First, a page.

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frequently asked questions

Q: I‘m interested in illustrating children’s books. How do I get started?

A: First, RESEARCH- get familiar with what is being published and the books that children enjoy. Visit the library or bookstore and spend some time in the children’s section.

Second, PORTFOLIO- work on subjects and styles that appeal to children. As you develop your art, try to create images that are unique, fresh and appropriate for children.

Third, CONNECTIONS- national and regional seminars bring authors, illustrators, editors, art directors and agents to your area.  Show your portfolio and get feedback from professionals. You may want to contact the Society of Children’s Book Writers and Illustrators (SCBWI) at: or the Children’s Book Council (CBC) at for more information.

 Q: I have a fun story idea. Would you illustrate it?

A: From my experience, the author usually doesn’t choose who illustrates their writing. The publisher has a vision for the book and will choose an illustrator based on that vision. I would suggest that you find a publisher who is interested in your story and go from there. After you find a publisher, you can always throw my name in the hat and suggest my work but they may or may not agree. They have the final say. 

Q: Do you consider self-published projects?

A: I don’t at this time because I’m really busy with other projects. I also don’t have enough time to market and sell my books, which is important for a self-published author. I like to leave most of the marketing and sales to the publisher, who has many more connections in both areas.

 Q: Do you and the author work closely together on your books?

A: No. The publisher sends me the manuscript and I create sketches from my impression of the text. Sometimes, a few suggestions are forwarded from the author such as certain important character traits or a specific detail but that’s it. The author may see some sketches along the way but there is usually no direct contact during the development of the book illustrations. The publisher decides what information is relevant and should be passed from author to illustrator.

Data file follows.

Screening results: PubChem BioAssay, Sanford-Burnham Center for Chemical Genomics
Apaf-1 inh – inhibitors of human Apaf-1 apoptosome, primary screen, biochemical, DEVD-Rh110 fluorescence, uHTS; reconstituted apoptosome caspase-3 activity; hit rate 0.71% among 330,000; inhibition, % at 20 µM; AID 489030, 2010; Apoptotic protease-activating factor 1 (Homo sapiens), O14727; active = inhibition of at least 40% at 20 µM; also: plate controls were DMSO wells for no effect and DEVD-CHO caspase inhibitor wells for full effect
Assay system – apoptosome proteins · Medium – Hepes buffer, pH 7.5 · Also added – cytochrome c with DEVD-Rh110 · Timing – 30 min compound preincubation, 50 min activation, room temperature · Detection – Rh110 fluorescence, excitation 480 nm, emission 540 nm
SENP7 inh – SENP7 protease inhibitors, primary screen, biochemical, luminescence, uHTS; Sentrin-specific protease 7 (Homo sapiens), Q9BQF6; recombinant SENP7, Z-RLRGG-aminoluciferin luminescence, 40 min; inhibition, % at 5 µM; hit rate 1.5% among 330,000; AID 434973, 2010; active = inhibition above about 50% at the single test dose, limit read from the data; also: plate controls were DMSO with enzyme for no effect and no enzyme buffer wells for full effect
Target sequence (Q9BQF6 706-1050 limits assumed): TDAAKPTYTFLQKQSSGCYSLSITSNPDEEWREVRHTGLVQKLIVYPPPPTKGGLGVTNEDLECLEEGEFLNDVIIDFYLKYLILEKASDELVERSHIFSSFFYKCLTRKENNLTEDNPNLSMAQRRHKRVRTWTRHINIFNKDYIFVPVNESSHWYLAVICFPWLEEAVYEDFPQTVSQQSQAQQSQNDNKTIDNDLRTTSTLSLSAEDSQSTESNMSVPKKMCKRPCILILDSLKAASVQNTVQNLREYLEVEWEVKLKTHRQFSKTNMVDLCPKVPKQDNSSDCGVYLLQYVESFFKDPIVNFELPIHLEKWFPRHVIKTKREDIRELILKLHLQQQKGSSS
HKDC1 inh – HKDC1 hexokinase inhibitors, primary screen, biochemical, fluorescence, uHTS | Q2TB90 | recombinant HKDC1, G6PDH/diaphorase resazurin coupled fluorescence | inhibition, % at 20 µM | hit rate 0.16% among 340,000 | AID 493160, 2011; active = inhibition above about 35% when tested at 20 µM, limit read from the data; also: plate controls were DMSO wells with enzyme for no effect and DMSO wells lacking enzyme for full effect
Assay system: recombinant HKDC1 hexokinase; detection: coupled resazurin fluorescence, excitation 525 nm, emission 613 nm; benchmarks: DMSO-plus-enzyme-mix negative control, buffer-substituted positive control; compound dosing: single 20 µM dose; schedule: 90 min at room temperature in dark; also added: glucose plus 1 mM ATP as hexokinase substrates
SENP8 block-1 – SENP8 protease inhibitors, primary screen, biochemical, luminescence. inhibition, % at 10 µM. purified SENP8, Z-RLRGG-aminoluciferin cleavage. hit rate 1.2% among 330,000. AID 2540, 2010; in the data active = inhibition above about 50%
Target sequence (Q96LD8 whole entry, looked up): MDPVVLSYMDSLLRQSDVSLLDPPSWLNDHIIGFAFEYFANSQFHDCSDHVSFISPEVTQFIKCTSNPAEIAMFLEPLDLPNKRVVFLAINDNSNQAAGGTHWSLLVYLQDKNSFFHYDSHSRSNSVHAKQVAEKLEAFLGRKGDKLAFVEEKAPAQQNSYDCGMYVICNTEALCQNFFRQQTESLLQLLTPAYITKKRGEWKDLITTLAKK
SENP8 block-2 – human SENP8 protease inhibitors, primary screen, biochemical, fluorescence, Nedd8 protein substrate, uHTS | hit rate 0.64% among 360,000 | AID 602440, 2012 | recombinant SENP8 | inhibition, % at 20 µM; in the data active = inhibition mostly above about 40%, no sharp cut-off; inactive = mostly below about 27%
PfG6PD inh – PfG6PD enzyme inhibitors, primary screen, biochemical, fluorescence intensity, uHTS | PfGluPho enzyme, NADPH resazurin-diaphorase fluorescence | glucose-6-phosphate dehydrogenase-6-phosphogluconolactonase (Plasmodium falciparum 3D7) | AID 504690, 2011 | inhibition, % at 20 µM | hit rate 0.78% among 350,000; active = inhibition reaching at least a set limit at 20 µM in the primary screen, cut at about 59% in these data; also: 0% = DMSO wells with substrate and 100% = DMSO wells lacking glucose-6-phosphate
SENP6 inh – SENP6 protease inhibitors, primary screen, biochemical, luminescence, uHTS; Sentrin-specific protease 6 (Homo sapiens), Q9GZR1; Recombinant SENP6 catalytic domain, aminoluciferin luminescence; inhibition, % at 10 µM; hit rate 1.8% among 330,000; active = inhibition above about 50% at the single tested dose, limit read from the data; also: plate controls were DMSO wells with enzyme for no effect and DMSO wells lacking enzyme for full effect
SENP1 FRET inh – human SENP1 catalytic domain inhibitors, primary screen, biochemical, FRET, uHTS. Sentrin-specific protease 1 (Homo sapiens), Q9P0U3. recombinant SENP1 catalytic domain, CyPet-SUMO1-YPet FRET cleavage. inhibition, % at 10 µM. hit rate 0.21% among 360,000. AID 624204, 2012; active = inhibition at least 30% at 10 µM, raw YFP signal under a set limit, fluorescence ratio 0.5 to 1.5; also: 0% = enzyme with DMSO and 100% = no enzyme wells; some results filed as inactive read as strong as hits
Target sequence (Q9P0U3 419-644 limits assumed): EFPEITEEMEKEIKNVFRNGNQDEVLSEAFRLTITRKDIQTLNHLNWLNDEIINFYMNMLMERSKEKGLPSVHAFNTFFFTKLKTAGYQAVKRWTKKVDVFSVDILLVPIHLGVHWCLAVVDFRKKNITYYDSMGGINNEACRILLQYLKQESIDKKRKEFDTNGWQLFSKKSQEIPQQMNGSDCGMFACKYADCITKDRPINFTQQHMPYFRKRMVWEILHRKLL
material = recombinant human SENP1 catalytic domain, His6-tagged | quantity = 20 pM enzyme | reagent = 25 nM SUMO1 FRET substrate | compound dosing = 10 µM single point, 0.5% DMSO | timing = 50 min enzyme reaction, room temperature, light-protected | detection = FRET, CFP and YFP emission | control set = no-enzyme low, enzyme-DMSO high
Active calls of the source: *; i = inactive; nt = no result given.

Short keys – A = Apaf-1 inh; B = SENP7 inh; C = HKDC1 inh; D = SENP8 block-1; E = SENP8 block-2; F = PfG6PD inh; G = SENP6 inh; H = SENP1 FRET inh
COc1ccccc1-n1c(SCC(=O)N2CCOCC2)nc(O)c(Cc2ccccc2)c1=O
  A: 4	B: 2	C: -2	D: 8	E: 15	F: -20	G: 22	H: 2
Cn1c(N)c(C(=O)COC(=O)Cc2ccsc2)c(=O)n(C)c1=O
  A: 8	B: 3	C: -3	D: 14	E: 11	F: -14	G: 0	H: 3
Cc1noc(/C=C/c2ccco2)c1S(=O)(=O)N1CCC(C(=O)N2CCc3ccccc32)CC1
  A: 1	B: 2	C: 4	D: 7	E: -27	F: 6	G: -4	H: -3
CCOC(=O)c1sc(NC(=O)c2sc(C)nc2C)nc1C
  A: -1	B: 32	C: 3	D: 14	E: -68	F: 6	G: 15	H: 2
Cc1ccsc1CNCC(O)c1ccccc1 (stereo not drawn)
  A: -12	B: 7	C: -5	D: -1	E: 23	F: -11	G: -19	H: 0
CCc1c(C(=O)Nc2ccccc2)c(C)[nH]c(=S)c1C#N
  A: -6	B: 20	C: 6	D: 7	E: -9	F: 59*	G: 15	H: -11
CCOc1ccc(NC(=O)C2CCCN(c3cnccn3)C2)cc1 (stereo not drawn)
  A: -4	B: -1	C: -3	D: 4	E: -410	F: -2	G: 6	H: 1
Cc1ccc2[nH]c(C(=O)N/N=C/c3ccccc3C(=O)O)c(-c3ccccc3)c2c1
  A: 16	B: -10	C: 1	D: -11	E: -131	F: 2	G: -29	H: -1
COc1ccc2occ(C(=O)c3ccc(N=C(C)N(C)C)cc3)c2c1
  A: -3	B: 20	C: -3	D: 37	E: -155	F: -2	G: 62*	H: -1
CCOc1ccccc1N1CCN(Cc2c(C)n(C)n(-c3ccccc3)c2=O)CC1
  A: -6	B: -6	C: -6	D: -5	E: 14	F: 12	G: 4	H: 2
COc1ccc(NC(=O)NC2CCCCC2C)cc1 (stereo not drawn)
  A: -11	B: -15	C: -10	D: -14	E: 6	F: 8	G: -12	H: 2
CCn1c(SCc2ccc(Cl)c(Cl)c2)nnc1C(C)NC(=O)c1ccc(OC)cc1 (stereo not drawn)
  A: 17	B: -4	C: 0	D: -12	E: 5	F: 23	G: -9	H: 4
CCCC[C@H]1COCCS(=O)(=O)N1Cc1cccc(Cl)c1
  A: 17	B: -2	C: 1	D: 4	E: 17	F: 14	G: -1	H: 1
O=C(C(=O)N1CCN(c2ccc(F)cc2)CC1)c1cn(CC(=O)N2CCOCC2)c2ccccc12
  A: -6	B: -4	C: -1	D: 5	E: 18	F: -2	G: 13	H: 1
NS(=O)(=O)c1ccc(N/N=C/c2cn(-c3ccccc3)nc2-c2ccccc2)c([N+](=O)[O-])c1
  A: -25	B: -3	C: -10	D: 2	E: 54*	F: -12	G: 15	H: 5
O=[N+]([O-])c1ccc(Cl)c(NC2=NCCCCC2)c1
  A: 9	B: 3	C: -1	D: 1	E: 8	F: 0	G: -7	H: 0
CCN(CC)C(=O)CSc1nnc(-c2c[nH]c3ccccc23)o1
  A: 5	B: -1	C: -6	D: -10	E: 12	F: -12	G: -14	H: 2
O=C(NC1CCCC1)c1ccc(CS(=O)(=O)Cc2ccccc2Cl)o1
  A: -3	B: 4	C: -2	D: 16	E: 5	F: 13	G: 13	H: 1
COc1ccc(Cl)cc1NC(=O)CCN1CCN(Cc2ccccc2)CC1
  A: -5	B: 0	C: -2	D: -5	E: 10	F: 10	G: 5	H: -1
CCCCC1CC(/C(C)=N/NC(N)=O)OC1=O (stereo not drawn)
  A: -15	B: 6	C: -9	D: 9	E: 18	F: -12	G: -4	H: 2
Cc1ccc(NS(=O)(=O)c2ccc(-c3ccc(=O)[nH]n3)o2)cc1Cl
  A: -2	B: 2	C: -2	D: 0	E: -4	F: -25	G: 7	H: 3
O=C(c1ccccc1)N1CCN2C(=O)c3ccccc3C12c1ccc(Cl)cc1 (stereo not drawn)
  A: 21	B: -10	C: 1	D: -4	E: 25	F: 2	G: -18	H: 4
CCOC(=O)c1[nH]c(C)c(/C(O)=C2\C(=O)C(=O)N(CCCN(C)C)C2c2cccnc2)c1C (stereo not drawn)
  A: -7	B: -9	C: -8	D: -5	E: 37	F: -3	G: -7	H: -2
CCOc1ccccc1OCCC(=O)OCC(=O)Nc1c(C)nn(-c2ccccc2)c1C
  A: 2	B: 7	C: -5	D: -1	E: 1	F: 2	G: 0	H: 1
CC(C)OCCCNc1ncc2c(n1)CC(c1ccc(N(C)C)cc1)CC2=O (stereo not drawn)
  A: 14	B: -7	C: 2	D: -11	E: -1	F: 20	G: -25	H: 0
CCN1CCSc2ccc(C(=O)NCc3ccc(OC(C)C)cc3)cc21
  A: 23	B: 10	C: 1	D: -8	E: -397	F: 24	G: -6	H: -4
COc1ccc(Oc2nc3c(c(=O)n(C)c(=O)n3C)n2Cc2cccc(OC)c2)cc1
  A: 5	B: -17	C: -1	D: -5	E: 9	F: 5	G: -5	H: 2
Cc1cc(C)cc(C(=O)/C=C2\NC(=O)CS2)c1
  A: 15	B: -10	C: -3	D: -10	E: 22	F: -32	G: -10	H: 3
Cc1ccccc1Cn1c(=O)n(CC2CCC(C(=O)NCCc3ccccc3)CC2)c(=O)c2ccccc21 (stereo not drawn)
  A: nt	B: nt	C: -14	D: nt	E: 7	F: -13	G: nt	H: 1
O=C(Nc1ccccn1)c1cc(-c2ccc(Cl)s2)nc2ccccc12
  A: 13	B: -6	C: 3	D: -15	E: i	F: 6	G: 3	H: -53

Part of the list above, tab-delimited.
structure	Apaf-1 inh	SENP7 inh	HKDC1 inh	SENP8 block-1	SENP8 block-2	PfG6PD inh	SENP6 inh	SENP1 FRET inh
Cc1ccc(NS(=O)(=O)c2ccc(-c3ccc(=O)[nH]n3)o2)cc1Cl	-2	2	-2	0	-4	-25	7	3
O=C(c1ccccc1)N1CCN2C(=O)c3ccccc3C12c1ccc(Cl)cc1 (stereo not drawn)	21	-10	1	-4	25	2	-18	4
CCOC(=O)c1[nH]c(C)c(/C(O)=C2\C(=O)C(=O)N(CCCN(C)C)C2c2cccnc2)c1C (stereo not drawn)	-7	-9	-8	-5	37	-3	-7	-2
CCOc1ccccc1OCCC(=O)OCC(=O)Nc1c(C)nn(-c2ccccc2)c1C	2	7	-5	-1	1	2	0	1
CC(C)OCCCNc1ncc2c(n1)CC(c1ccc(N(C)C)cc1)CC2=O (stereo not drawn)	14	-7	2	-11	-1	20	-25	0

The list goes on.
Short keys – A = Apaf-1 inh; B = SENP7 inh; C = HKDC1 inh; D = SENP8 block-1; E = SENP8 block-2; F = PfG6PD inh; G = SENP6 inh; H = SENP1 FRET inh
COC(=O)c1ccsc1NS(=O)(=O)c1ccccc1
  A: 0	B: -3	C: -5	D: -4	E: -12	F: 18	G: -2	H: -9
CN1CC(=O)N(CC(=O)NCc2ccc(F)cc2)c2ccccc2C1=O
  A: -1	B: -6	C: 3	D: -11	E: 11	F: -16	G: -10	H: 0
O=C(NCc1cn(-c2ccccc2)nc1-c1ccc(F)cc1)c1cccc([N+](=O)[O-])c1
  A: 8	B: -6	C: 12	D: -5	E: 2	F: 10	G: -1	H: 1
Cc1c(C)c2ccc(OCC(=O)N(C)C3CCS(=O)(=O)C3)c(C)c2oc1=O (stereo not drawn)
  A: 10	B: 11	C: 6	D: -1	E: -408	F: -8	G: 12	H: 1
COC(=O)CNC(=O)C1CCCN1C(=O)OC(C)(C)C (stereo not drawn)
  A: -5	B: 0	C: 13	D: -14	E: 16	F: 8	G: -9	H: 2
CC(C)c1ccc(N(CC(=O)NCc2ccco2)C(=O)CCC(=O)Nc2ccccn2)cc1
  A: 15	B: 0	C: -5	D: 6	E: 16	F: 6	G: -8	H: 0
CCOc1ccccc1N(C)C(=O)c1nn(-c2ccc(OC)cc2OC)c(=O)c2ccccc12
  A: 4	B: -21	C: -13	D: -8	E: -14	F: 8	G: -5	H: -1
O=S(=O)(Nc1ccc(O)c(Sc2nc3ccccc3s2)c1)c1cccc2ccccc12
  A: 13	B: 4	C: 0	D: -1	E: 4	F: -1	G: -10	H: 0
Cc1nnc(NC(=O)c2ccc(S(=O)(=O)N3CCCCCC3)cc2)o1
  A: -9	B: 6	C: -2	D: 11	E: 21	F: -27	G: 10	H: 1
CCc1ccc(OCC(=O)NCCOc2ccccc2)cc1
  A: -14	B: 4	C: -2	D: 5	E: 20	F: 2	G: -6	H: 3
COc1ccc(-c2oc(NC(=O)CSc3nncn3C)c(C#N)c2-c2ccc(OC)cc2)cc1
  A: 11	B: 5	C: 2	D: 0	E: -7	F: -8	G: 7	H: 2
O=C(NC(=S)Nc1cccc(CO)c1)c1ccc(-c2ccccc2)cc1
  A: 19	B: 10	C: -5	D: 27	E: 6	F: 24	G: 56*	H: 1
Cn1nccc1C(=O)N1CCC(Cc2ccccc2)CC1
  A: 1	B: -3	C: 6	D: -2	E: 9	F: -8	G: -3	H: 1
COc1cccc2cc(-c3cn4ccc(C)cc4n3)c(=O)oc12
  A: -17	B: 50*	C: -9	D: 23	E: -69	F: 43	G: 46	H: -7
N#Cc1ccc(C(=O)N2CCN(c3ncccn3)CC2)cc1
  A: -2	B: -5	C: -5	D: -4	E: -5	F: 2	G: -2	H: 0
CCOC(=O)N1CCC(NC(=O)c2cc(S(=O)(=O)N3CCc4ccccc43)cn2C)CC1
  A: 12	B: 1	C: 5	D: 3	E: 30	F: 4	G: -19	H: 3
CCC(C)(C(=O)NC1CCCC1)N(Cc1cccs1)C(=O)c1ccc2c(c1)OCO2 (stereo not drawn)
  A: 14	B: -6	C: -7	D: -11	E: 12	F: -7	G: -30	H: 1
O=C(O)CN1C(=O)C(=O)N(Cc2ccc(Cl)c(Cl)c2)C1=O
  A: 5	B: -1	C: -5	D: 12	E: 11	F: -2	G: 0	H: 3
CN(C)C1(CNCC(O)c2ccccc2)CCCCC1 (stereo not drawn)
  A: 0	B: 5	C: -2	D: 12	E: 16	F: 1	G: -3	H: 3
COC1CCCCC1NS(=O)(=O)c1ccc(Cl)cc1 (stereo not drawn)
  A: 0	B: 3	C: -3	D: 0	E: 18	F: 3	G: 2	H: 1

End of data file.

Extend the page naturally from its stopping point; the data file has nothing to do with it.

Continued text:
Q: Where do you get inspiration for your children’s book art?

A: Many of my characters are animals and the stories are whimsical, humorous or cute. Those are things that I enjoy capturing in my work. I visit the zoo and library for animal inspiration. I like stories that make me laugh or take me to an imaginative or magical place where unusual and surprising things happen. I also like to daydream and let my mind explore the “what if”.  After I receive a story manuscript, I read it and let my mind take me where the words lead me. My artwork is a combination of observation and imagination. Humor often ties the two, together.

 Q: Do you schedule school visits?

A: I have visited many schools through the years. I've shared my books and my experience in publishing with thousands of students. I love it and look forward to those opportunities. My availability depends on my work schedule and other projects that I have in the studio. Schools should contact me for updated information.